The bibliography can be found at:
In this podcast, Michael Cart interviews Lizzie Skurnick author of the just released Shelf Discovery: The Teen Classics we Never Stopped Reading. Lizzie is also the author of the blog Old Hag and is a columnist for Jezebel.
You can also subscribe to YALSA’s podcasts.
The podcast discussion covers:
The American Library Association’s Office for Information Technology Policy (OITP) is soliciting nominations for best library practices using cutting-edge technology.
“We want to showcase libraries that are serving their communities with novel and innovative methods and provide the library community with some successful models for delivering quality library service in new ways,” said Vivian Pisano, Chair of OITP’s America’s Libraries for the 21st Century Subcommittee.
If you wish to submit a nomination, please complete and submit the form available at http://www.ala.org/ala/aboutala/offices/oitp/Cutting%20Edge/Nomination-Form.doc Continue reading
Be an Emerging Leader! YALSA will again sponsor two Emerging Leaders as part of ALA’s annual program. The Emerging Leaders program enables newer librarians from across the country to participate in problem-solving work groups; network with peers; gain an inside look into ALA structure, and have an opportunity to serve the profession in a leadership capacity. It puts them on the fast track to ALA and professional leadership. Applications are due July 31. Learn more at the Emerging Leaders wiki.
Talk to Us About Risks YALSA will launch a monthly e-chat program on August 5, beginning with a chat in YALSA’s ALA Connect space on taking smart risks with teen services. President Linda Braun and members of her task force will host the chat. Join us in YALSA’s space in ALA Connect on August 5 at 8 p.m. Eastern. Mark your calendars for the September 2 e-chat on Teen Read Week.
WrestleMania Registration Ends Next Friday YALSA and WWE’s WrestleMania Reading Challenge gives teens and tweens at your library the chance to win prizes, including a trip to WrestleMania XXVI in Phoenix next March — and your library could win $2,000! But you have to sign up to be eligible and WrestleMania registration ends July 31. Sign up for the WrestleMania Reading Challenge when you register for Teen Read Week.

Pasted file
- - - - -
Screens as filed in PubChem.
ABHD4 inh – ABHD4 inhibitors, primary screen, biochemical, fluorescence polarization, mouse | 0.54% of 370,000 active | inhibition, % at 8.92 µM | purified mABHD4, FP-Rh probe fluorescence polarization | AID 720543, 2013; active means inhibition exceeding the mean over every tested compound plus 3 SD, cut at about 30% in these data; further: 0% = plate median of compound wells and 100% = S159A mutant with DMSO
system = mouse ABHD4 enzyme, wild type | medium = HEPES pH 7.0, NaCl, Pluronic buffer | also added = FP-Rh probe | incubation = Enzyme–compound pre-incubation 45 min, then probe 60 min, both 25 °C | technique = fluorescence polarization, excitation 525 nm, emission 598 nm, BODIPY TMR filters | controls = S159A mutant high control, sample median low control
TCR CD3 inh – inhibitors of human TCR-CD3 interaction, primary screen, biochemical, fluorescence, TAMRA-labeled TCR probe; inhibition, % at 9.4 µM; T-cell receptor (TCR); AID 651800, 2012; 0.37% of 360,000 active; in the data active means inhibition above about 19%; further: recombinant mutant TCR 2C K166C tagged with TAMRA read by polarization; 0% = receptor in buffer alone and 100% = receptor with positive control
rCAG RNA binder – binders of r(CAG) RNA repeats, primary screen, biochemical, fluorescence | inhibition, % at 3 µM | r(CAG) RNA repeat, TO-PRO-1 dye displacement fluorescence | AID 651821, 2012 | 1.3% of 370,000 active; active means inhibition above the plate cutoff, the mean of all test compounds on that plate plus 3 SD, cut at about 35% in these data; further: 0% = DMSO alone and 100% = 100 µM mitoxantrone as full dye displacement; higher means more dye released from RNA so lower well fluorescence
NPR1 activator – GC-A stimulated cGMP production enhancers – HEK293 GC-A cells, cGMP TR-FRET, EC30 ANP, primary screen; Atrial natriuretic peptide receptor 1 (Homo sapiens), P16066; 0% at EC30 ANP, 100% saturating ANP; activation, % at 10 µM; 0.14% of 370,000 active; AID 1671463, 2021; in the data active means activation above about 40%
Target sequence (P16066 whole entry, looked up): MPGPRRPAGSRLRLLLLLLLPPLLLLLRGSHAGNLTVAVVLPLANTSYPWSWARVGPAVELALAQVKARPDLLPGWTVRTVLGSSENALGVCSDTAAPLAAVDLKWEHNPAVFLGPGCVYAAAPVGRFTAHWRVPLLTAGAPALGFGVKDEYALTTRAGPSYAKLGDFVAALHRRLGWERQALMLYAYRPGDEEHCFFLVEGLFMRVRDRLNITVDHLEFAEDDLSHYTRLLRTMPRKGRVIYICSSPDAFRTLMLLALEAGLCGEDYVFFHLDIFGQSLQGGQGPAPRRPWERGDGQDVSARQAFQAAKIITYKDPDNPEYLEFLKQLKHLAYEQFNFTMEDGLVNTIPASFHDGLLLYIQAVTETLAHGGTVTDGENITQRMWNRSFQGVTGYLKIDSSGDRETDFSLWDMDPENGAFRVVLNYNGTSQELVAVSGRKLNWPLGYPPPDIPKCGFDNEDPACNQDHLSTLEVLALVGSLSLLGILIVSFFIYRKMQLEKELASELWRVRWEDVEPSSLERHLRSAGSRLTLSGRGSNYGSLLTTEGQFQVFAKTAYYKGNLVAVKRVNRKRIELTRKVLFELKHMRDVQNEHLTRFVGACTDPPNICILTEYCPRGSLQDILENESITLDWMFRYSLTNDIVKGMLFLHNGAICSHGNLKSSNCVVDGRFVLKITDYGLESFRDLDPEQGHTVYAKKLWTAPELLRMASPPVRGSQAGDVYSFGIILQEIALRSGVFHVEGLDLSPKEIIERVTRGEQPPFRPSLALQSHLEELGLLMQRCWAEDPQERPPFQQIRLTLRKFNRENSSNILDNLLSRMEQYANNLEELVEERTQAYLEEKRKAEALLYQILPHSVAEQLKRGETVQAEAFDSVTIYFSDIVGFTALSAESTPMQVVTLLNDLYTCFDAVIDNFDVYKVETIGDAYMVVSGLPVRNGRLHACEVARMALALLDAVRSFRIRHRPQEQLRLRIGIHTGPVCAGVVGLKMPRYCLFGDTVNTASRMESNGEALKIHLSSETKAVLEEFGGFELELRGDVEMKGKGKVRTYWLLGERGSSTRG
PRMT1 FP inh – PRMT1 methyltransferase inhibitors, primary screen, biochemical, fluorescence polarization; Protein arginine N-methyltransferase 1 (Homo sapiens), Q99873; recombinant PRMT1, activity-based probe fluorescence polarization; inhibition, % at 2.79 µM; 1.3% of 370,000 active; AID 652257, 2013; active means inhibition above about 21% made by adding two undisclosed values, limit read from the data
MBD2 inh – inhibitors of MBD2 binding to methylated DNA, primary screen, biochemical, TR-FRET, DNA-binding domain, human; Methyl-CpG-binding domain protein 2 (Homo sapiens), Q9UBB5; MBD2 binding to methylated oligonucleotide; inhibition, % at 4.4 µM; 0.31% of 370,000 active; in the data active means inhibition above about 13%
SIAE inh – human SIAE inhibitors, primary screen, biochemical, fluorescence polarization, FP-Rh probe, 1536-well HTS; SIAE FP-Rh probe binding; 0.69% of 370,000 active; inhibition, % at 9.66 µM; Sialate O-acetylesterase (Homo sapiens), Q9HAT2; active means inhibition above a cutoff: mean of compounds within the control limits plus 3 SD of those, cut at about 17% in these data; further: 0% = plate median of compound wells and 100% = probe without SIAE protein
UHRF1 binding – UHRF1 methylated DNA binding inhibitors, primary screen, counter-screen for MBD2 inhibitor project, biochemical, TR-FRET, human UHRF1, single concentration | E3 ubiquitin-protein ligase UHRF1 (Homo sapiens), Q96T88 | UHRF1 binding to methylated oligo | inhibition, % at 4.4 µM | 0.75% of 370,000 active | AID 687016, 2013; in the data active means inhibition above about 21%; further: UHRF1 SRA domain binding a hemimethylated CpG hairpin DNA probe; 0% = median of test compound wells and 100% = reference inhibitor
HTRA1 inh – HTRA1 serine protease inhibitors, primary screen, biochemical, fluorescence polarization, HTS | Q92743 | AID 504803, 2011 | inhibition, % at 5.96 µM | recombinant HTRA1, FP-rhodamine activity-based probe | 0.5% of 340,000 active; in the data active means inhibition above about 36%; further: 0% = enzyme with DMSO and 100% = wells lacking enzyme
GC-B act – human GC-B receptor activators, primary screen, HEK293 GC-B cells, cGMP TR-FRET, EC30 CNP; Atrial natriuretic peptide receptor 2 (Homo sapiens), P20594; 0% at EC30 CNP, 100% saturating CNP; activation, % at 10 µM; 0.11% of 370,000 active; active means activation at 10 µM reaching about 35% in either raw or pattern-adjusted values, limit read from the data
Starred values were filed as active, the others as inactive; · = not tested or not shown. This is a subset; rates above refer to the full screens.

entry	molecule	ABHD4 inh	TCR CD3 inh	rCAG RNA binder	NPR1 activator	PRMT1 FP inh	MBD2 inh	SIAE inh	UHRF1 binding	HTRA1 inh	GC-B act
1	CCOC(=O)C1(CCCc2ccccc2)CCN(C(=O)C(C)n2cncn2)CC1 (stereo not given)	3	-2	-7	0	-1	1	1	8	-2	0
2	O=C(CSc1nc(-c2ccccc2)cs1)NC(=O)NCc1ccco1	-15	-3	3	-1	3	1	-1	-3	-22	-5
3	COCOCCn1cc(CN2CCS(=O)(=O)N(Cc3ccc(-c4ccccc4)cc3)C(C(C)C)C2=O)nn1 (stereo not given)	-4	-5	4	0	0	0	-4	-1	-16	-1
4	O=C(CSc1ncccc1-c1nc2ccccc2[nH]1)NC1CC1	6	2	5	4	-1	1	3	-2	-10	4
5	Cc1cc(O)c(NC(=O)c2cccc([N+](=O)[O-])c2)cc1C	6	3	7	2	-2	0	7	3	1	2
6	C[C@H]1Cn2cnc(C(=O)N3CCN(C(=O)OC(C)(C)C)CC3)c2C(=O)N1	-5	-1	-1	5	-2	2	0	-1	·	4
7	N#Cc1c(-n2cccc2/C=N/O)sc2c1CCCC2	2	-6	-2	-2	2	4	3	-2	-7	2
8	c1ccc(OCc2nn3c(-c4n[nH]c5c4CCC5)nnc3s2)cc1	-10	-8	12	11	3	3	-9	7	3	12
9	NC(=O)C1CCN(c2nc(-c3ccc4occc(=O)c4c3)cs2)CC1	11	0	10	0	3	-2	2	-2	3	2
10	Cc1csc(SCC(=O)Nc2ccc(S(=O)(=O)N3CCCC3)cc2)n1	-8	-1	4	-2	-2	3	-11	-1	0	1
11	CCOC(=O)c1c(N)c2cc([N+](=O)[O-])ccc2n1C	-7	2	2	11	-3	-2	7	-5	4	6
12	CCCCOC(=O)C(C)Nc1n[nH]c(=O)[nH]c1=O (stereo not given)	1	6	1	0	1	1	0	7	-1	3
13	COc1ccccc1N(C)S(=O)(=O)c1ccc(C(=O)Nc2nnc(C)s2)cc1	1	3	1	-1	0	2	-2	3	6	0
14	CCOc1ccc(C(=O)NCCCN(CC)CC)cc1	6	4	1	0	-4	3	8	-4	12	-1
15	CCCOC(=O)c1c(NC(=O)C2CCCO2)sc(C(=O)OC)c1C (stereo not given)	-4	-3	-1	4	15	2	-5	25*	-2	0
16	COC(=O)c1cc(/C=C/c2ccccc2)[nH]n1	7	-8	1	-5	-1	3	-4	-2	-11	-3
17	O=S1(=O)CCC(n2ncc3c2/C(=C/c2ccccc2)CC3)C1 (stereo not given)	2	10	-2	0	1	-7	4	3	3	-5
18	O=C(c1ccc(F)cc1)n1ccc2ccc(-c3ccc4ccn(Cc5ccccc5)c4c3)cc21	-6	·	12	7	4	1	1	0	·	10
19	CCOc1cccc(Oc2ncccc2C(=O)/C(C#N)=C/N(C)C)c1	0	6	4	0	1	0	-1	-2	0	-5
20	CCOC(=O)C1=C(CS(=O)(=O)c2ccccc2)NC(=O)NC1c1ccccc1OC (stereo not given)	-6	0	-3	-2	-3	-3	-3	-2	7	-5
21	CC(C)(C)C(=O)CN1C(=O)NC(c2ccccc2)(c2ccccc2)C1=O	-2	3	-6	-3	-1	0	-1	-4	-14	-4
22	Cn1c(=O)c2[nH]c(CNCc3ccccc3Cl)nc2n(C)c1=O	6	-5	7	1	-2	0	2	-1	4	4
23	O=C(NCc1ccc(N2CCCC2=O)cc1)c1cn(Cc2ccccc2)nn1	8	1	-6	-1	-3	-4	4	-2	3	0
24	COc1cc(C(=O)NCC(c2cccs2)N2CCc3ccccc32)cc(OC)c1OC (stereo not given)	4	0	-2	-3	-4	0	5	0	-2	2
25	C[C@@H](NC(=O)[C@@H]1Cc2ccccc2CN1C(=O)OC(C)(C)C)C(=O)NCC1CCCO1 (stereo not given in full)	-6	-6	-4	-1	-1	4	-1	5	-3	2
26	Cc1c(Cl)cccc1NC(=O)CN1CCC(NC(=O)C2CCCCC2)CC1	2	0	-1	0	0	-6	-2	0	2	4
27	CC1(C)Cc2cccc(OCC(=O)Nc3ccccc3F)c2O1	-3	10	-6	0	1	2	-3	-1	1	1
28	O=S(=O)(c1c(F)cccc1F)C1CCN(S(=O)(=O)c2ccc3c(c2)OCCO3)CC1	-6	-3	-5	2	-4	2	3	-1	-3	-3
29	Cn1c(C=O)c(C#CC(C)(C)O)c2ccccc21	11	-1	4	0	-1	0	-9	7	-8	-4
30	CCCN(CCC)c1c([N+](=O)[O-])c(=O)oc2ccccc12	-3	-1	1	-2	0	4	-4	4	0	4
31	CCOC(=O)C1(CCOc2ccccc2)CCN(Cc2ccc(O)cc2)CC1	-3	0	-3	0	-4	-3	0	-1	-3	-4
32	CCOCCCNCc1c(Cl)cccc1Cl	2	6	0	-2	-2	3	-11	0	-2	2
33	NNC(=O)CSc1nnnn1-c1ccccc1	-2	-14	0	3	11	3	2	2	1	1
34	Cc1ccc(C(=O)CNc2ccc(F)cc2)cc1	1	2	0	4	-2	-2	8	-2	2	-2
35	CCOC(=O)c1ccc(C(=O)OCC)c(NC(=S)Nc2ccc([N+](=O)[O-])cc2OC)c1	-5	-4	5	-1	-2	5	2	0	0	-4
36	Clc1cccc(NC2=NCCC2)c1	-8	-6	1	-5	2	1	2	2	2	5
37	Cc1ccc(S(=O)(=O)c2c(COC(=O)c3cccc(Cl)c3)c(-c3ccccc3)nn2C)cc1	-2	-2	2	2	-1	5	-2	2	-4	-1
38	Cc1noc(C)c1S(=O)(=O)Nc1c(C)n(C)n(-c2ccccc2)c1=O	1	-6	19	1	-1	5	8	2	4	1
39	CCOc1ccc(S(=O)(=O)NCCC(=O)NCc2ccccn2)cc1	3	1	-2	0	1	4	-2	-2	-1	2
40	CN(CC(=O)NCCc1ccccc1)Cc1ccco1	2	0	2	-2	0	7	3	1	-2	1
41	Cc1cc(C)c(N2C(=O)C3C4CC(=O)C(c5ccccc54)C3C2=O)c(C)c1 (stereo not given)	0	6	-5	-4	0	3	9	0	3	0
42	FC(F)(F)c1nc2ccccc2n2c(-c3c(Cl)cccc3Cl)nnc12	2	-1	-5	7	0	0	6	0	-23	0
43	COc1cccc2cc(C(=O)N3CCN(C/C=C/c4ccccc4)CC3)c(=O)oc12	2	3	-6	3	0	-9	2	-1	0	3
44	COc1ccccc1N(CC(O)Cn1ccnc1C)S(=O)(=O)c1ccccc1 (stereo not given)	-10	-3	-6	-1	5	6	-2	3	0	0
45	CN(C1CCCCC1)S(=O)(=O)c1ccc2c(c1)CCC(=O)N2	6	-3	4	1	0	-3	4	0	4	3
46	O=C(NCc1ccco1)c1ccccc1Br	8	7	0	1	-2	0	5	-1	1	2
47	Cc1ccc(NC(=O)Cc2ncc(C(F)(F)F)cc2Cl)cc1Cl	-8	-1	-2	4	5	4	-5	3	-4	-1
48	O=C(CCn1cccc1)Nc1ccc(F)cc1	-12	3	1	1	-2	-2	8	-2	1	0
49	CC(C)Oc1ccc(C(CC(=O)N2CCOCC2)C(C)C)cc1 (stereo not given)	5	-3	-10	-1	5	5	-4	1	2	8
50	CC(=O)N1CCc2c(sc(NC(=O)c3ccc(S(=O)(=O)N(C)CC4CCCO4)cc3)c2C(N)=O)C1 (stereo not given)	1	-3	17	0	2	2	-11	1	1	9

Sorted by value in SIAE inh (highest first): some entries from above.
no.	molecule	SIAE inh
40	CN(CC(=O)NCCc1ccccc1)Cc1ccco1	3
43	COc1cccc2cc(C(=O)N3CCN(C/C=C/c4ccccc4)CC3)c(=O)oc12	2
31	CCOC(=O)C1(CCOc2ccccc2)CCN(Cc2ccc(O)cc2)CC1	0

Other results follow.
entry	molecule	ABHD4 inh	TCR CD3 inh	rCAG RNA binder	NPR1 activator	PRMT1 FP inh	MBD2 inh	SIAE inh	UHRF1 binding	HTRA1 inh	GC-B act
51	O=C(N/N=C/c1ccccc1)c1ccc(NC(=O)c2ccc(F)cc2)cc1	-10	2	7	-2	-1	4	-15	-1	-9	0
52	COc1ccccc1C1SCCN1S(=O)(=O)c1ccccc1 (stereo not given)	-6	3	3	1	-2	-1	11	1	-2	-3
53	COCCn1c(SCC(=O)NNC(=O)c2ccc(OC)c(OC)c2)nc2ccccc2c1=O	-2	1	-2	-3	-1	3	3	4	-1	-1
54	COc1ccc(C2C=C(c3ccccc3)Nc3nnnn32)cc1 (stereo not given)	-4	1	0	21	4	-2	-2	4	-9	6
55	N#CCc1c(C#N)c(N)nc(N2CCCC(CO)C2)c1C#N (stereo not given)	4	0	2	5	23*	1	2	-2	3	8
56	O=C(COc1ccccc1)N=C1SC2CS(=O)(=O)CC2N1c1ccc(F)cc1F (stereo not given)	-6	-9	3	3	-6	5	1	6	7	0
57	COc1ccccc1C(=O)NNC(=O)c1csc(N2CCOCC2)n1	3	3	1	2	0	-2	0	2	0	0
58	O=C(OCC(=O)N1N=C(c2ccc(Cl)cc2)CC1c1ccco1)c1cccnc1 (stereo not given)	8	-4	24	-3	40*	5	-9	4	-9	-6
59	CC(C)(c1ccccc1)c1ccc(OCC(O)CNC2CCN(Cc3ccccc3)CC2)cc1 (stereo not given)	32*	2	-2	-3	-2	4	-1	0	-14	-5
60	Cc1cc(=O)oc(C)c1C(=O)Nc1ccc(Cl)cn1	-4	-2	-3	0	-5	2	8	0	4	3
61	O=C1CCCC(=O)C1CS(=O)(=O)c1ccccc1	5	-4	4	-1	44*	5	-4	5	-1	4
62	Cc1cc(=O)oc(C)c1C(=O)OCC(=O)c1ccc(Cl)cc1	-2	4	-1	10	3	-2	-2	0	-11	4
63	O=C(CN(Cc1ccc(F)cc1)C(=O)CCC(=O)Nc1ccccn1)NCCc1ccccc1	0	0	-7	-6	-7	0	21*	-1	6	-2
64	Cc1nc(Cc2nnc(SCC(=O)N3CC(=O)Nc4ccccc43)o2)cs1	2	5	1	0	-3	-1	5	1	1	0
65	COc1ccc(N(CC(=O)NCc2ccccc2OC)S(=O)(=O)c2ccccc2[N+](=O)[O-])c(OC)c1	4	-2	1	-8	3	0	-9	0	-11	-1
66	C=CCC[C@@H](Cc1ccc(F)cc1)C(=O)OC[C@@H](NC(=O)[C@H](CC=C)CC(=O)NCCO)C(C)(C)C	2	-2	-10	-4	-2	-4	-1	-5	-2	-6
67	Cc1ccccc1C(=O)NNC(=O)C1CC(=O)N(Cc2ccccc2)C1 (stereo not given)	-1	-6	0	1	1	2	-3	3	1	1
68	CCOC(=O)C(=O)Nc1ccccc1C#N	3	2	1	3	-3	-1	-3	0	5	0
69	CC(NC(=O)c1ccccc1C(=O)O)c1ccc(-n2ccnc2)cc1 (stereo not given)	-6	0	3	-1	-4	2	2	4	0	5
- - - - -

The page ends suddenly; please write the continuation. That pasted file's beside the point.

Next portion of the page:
After the jump, find out more about YALSA’s fall online courses and how you can be part of the 2010 Young Adult Literature Symposium.
Yesterday the Pew Internet in American Life project released a report on wireless Internet use. When I first heard about the report I didn’t think very broadly about what the data might have to say about the impact of access for teens (and for libraries for that matter). But, when I read several news reports that highlighted findings that wireless access, particularly on mobile devices, is serving to lessen the digital divide I started thinking about teens. While not everyone has what some might consider traditional internet access at home – a wired or wireless connection that is used with a laptop or desktop – that doesn’t mean that the Internet isn’t available in the home. People are accessing the Internet with laptops and desktops and they are using game consoles and handheld devices for their access.
If outside of the school teens use handheld devices and gaming consoles to access the Internet, we need to look at how our resources are provided to the age group. We need to make sure to provide access to programs and services in ways that work well for someone using an Internet enabled device. For example: Continue reading